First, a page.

On the death of TV westerns
Until The Simpsons surpassed it in 2009, the longest-running scripted show in American primetime was Gunsmoke. Based on a radio show that ran from 1952 to 1961, Gunsmoke was adapted for television by CBS in 1955 and ran for 20 years and 635 episodes. It still holds the record for most episodes by a US-made primetime, scripted show.
The accolades don't stop there. Lead actor James Arness and supporting star Milburn Stone played their respective characters for the entirety of its 20-year run, tying with Kelsey Grammer for most time spent playing the same character (Grammer played Frasier Crane in both Cheers and Frasier). Gunsmoke is also the fifth longest running scripted live-action show internationally, behind Doctor Who, The Bill, Taggart and The Simpsons.
More important, in the context of today's blog post, it was the most watched show on American television - and arguably around the world - from 1957 to 1961. At one point, in 1959, there were 26 different Westerns airing in US prime time, counting for an astounding eight of the 10 most popular shows on television.
Yet, as I write this, the television western is almost a non-entity. As a genre, it barely exists in 2012, replaced in the Top 10 by procedurals, talent shows and reality trash. This was especially apparent as I watched last night's second season finale of Hell on Wheels - a show which, by all objective standards, is one of the most well-made on television. Yet low viewership, both here and around the world, means that it probably won't be back for a third season.
I would submit to you, ladies and gentlemen, that the television western ... is dead.
Okay, that probably isn't a shocking revelation. Following a short burst of activity in the 1990s, when Dr Quinn: Medicine Woman was a hit and The Adventures of Brisco County Jr was a cult favourite, the western has really only made short appearances. Many have been revisionist, meaning that most of the traditional features - clearly defined good and bad characters, wide shots of sprawling desert, egregious use of horses - of a western are turned on their head; Hell on Wheels is one such show, while films like There Will Be Blood and True Grit are other examples.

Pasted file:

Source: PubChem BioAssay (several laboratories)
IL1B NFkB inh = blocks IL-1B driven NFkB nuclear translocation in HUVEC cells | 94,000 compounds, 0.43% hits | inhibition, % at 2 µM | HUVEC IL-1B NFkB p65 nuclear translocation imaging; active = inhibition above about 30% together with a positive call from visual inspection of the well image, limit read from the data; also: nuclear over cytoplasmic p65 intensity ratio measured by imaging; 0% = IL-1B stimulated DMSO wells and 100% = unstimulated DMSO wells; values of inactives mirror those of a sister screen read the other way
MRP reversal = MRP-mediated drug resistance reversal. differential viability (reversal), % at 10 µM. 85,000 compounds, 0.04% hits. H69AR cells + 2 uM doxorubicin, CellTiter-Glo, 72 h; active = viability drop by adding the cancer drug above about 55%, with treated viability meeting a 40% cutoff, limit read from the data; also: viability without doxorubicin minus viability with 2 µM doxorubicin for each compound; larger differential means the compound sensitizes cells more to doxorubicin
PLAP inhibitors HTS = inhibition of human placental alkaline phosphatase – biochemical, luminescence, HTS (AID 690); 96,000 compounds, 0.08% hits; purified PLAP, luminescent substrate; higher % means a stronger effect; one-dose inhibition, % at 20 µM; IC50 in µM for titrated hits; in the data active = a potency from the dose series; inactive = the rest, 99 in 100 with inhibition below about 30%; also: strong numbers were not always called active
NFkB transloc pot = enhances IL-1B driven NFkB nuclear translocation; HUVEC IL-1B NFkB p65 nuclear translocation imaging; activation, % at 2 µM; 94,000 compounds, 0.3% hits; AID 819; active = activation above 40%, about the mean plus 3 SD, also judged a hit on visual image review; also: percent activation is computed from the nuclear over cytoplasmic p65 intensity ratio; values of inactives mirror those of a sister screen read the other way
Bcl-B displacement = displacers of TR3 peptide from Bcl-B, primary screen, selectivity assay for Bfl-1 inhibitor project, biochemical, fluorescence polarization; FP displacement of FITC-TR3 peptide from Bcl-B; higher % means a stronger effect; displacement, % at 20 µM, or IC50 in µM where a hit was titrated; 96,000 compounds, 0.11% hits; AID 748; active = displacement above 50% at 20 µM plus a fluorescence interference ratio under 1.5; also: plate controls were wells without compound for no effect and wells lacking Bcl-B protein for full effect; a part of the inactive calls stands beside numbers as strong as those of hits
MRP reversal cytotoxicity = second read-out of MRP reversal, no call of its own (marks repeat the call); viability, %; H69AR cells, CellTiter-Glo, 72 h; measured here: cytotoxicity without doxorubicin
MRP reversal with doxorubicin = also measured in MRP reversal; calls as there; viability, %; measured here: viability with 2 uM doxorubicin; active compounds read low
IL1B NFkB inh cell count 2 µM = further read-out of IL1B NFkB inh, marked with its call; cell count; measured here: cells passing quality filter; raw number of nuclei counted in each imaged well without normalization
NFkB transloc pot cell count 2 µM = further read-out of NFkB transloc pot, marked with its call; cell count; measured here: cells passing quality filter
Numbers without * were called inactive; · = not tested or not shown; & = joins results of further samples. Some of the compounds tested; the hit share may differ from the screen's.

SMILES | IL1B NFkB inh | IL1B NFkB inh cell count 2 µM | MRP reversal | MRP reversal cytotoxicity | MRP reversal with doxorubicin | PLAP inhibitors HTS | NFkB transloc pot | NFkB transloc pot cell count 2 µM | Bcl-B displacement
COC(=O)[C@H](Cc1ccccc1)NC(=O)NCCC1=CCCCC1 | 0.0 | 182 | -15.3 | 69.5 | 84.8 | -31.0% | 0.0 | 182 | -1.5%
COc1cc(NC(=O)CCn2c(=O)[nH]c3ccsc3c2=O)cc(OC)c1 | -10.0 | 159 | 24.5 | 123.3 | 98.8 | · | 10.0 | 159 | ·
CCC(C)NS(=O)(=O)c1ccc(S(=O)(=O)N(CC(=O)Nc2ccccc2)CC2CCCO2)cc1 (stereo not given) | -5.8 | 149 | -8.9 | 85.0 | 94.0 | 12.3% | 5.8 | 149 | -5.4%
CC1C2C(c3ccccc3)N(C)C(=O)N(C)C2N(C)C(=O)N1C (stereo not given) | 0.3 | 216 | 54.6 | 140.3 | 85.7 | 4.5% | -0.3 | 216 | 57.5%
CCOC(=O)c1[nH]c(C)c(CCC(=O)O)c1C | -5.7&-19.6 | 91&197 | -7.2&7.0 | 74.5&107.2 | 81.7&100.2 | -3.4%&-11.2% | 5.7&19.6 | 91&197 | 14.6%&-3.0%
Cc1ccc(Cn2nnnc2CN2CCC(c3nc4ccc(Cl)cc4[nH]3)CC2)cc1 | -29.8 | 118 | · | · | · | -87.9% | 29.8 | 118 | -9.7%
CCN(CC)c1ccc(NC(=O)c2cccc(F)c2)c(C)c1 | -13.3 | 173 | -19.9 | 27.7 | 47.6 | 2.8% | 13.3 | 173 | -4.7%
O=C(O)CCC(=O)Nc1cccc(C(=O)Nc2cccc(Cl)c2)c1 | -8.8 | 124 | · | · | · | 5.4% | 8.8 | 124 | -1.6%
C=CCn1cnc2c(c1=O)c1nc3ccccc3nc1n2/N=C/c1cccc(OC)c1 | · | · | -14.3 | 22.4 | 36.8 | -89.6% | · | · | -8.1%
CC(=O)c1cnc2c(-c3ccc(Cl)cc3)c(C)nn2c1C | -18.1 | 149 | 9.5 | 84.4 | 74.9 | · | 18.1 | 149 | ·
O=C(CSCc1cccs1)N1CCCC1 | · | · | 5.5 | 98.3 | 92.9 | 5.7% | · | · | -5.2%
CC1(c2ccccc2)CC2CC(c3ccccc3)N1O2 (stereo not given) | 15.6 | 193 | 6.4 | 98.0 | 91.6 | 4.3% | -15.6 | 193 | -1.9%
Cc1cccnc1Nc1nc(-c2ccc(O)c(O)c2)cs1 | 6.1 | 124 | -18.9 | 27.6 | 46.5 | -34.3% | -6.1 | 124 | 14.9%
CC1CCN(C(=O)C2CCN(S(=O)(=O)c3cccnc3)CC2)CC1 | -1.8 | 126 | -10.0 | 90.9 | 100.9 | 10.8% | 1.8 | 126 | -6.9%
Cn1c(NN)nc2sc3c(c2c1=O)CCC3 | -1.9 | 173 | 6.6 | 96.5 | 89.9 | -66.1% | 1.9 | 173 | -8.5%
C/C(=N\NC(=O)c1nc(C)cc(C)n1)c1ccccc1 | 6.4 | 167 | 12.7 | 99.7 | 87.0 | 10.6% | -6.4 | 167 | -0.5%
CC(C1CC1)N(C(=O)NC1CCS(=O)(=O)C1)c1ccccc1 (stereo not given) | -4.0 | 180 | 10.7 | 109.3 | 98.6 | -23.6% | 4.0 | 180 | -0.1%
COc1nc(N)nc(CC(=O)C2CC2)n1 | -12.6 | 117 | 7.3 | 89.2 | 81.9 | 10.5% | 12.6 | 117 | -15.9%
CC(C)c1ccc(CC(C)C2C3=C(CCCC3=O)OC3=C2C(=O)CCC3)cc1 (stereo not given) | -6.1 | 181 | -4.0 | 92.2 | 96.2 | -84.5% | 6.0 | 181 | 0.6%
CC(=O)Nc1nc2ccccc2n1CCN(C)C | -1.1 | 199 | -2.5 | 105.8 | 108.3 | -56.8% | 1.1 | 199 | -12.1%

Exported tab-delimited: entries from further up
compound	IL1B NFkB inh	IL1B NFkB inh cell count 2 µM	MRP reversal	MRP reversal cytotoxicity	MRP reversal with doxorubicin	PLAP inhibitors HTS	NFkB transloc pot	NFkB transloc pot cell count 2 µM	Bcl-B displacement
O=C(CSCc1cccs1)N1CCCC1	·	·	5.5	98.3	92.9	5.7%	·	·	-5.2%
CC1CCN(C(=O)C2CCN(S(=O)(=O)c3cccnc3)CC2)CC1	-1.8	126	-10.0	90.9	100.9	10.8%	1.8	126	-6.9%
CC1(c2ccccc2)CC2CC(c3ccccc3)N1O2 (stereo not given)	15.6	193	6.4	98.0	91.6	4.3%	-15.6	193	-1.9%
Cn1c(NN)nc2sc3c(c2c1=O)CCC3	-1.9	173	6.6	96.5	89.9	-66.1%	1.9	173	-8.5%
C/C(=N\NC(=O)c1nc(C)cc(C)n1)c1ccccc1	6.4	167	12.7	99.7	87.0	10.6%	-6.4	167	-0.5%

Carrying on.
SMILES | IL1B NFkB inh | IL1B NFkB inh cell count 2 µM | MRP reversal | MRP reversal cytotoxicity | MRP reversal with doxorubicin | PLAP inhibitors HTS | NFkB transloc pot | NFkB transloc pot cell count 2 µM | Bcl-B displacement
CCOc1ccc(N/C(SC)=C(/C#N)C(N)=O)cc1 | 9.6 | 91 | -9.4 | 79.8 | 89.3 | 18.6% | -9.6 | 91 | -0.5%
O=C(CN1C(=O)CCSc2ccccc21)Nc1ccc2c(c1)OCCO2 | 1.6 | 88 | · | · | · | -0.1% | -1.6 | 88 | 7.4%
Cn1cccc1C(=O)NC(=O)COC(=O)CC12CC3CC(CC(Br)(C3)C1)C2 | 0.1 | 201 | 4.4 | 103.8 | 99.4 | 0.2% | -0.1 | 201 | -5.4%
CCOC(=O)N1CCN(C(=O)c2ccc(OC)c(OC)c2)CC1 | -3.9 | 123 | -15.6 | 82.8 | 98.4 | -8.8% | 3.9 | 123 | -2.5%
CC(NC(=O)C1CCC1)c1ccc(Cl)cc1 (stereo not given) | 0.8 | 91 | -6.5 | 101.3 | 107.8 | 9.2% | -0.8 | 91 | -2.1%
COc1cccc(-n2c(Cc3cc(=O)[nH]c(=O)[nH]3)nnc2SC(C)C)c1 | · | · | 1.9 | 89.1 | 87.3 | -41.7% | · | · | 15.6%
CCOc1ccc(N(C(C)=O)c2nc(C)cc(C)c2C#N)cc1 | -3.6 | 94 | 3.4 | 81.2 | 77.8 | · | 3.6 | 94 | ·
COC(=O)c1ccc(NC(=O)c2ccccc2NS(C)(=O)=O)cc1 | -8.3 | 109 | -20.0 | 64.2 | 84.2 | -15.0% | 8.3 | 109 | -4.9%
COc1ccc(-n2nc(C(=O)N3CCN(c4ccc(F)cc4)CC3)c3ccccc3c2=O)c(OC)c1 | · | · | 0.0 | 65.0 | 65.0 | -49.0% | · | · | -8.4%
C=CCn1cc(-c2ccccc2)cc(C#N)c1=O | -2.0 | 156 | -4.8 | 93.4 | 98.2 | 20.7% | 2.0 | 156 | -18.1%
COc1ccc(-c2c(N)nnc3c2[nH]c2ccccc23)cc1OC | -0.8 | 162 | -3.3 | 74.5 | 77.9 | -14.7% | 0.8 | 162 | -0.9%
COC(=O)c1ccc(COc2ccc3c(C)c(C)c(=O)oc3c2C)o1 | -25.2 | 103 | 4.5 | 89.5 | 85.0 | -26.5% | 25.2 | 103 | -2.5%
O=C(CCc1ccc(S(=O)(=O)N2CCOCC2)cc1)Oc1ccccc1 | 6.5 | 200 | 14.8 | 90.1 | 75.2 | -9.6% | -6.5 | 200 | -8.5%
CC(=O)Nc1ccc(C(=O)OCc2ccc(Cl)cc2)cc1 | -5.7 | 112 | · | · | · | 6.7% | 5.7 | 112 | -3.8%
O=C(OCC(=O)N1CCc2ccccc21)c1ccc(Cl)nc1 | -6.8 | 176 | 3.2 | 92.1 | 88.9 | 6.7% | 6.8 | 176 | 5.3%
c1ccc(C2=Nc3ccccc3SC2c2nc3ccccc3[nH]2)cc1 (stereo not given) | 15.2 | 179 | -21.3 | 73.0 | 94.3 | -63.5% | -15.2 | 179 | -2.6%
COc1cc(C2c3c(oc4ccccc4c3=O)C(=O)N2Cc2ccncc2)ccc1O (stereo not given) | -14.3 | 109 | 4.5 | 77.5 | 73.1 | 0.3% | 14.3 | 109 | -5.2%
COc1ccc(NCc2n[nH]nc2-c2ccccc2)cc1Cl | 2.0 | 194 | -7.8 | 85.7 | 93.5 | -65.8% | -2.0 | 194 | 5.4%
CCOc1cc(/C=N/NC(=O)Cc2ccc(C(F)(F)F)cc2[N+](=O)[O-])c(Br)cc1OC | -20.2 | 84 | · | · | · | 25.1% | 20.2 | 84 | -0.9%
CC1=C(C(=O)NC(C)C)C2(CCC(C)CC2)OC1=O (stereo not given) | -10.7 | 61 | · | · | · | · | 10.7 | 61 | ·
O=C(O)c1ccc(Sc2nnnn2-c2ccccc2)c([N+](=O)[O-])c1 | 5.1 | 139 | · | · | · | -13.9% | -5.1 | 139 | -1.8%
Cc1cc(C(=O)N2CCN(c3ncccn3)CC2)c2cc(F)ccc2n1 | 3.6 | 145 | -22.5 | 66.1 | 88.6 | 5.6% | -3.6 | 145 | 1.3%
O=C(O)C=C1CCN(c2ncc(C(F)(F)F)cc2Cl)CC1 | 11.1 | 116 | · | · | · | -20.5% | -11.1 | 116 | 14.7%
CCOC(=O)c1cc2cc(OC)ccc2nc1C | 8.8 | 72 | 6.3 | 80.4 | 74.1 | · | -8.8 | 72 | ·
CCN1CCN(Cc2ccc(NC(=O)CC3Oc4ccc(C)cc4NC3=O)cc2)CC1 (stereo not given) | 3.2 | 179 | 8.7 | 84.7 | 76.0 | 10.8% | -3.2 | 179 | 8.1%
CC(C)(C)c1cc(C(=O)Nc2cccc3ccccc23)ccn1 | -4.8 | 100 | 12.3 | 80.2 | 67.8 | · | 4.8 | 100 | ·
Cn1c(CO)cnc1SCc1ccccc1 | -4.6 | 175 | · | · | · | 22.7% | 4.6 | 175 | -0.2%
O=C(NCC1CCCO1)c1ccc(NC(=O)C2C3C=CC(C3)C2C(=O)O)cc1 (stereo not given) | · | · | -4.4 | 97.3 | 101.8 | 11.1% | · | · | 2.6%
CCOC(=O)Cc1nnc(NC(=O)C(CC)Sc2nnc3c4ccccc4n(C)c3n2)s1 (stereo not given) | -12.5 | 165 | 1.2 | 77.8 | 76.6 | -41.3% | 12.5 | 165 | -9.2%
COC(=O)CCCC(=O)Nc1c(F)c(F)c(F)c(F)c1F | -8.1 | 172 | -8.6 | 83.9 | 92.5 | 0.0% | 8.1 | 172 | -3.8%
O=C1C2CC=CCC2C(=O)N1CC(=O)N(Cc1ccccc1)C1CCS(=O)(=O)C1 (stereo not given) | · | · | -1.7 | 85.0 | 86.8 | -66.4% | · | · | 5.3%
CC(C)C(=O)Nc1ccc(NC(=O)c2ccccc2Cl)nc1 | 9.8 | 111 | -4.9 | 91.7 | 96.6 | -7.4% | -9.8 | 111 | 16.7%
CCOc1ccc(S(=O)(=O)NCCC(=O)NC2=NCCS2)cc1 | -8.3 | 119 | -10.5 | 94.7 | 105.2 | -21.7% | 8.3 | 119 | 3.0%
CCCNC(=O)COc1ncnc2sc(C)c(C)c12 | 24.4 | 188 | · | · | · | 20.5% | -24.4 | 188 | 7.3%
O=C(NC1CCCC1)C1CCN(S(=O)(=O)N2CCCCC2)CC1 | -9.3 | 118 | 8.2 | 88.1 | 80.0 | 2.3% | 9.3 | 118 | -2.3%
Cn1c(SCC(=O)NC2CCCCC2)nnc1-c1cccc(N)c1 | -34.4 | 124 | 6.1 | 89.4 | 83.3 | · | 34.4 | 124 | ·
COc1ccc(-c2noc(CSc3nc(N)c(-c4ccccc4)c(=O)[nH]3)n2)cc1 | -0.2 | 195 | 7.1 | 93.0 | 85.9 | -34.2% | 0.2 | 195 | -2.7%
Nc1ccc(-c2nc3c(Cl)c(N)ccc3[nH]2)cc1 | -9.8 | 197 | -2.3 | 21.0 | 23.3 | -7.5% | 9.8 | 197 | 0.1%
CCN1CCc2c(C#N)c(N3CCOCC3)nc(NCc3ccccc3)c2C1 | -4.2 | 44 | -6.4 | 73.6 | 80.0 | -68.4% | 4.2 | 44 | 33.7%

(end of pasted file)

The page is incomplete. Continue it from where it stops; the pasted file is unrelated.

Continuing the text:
Other shows have incorporated part of the western tradition, from Raylan Givens' giant Stetson hat in Justified to Jax Teller mounting his iron steed in Sons of Anarchy, to Captain Mal Reynolds leading his crew to the final frontier of discovery in crossover cult fave Firefly. Steven Spielberg believes that science-fiction has replaced westerns in Hollywood, saying "westerns were part of the identity of Hollywood for over 80 years ... I think science fiction is now the new identity of Hollywood."
Why did the traditional western go out of favour? Perhaps it has been replaced by sci-fi, a genre which explores many of the same themes; I certainly think there is an argument to be made there. But I think it might be even simpler. I think audience taste changes over time for one unpredictable and ultimately unknowable reason or another, and westerns just aren't something viewers are interested in right now.
Anyway, farewell Cullen, Elam, The Swede, and everybody else on Hell on Wheels. I do hope we'll meet again next year for a third season, but I'm not holding my breath. I'm just not sure there's room for your kind anymore.
Why do you think westerns are so unpopular in 2012? Would you watch westerns if there were more on television? And what did you think of Hell On Wheels this year?